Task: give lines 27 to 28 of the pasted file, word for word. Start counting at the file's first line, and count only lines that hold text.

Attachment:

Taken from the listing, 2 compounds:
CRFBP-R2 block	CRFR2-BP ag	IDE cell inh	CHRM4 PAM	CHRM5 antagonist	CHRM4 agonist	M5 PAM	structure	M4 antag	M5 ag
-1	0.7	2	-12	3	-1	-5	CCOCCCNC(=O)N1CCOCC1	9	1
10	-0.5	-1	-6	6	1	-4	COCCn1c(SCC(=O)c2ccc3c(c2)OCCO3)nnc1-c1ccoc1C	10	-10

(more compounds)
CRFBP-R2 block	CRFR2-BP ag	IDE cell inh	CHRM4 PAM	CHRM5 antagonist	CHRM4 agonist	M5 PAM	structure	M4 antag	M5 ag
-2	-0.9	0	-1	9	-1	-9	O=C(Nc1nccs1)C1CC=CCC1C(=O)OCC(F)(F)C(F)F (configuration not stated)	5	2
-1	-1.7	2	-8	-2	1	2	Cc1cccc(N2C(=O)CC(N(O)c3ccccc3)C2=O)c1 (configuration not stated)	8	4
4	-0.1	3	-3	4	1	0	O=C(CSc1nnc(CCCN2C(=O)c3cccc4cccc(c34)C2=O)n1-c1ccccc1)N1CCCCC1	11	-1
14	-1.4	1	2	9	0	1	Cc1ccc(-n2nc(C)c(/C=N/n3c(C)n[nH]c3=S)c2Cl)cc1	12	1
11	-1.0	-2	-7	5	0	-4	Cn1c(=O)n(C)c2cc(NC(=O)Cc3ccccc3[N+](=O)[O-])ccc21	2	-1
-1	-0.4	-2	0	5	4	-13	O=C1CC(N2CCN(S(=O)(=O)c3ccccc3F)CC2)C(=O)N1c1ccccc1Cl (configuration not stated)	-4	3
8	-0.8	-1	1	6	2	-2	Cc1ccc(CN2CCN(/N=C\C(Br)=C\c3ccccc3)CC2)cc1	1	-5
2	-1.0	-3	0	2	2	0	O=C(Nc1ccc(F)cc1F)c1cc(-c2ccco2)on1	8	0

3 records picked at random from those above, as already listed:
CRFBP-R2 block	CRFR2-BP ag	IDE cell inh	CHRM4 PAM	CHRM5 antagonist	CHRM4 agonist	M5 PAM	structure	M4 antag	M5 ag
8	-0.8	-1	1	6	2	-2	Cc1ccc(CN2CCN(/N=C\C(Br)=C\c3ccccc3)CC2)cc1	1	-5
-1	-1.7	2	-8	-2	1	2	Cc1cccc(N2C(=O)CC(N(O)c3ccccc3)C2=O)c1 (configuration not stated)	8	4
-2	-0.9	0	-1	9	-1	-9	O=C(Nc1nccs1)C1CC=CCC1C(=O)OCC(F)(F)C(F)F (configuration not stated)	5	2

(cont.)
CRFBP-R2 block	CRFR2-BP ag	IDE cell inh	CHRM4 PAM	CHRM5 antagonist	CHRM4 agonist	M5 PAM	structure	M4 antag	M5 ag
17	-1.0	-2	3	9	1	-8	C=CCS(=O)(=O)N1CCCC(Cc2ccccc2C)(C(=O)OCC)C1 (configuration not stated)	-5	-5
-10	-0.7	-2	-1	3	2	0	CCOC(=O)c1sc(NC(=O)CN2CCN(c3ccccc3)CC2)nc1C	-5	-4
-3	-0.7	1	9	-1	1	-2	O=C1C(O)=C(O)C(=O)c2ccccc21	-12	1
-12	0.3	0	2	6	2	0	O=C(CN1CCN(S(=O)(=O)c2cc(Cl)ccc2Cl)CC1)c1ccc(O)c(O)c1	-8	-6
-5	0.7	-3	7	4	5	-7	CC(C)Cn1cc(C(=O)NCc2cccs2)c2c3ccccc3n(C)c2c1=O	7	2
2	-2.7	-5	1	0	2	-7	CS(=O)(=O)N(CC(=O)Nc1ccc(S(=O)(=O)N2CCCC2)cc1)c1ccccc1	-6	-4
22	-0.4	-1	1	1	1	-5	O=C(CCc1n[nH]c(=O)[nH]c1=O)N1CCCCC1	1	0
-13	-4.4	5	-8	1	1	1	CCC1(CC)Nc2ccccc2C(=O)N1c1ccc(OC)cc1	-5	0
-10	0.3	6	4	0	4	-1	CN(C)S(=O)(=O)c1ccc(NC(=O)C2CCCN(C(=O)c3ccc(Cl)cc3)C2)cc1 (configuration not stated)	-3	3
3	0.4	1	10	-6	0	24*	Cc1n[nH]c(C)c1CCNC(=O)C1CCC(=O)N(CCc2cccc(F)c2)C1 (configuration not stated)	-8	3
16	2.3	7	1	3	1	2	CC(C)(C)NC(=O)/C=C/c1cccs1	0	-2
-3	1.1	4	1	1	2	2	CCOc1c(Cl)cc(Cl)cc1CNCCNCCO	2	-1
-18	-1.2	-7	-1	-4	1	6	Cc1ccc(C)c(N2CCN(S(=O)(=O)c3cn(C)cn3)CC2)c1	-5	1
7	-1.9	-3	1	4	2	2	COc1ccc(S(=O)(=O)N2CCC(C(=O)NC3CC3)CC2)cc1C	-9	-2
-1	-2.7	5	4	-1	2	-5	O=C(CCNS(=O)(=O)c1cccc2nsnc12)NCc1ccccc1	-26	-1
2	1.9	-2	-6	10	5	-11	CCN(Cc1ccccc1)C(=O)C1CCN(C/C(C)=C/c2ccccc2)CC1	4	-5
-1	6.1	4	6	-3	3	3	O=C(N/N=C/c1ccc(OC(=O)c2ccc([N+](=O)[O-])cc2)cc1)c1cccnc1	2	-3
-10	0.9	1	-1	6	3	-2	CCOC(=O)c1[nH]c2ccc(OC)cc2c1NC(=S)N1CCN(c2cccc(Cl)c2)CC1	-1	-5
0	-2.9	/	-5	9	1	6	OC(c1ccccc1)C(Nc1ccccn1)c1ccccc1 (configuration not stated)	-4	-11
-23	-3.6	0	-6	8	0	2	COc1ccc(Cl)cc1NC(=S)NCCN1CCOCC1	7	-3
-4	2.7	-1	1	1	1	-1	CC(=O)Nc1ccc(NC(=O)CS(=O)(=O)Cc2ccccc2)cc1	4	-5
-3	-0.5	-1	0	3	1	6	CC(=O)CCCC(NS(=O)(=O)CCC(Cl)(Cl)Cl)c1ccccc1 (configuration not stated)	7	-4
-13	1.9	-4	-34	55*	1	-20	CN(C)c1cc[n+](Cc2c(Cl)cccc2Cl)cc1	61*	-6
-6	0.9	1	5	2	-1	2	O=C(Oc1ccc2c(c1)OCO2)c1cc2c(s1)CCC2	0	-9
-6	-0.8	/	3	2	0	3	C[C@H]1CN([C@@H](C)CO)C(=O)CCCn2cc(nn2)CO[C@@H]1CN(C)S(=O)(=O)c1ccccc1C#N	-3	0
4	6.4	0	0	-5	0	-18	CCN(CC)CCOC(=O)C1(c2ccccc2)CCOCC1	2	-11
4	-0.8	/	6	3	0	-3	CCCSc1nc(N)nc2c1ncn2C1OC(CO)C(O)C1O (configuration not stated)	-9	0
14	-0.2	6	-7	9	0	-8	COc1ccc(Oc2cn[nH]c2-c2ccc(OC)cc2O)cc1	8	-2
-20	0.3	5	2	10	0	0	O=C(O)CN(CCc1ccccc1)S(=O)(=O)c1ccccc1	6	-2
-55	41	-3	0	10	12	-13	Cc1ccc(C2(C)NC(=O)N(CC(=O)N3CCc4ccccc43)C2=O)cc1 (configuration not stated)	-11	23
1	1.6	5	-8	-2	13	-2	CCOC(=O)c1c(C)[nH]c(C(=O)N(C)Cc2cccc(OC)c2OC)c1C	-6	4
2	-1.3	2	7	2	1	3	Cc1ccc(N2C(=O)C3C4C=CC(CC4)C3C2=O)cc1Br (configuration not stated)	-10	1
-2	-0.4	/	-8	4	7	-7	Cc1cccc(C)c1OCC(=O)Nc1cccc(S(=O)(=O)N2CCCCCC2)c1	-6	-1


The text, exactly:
2	-2.7	-5	1	0	2	-7	CS(=O)(=O)N(CC(=O)Nc1ccc(S(=O)(=O)N2CCCC2)cc1)c1ccccc1	-6	-4
22	-0.4	-1	1	1	1	-5	O=C(CCc1n[nH]c(=O)[nH]c1=O)N1CCCCC1	1	0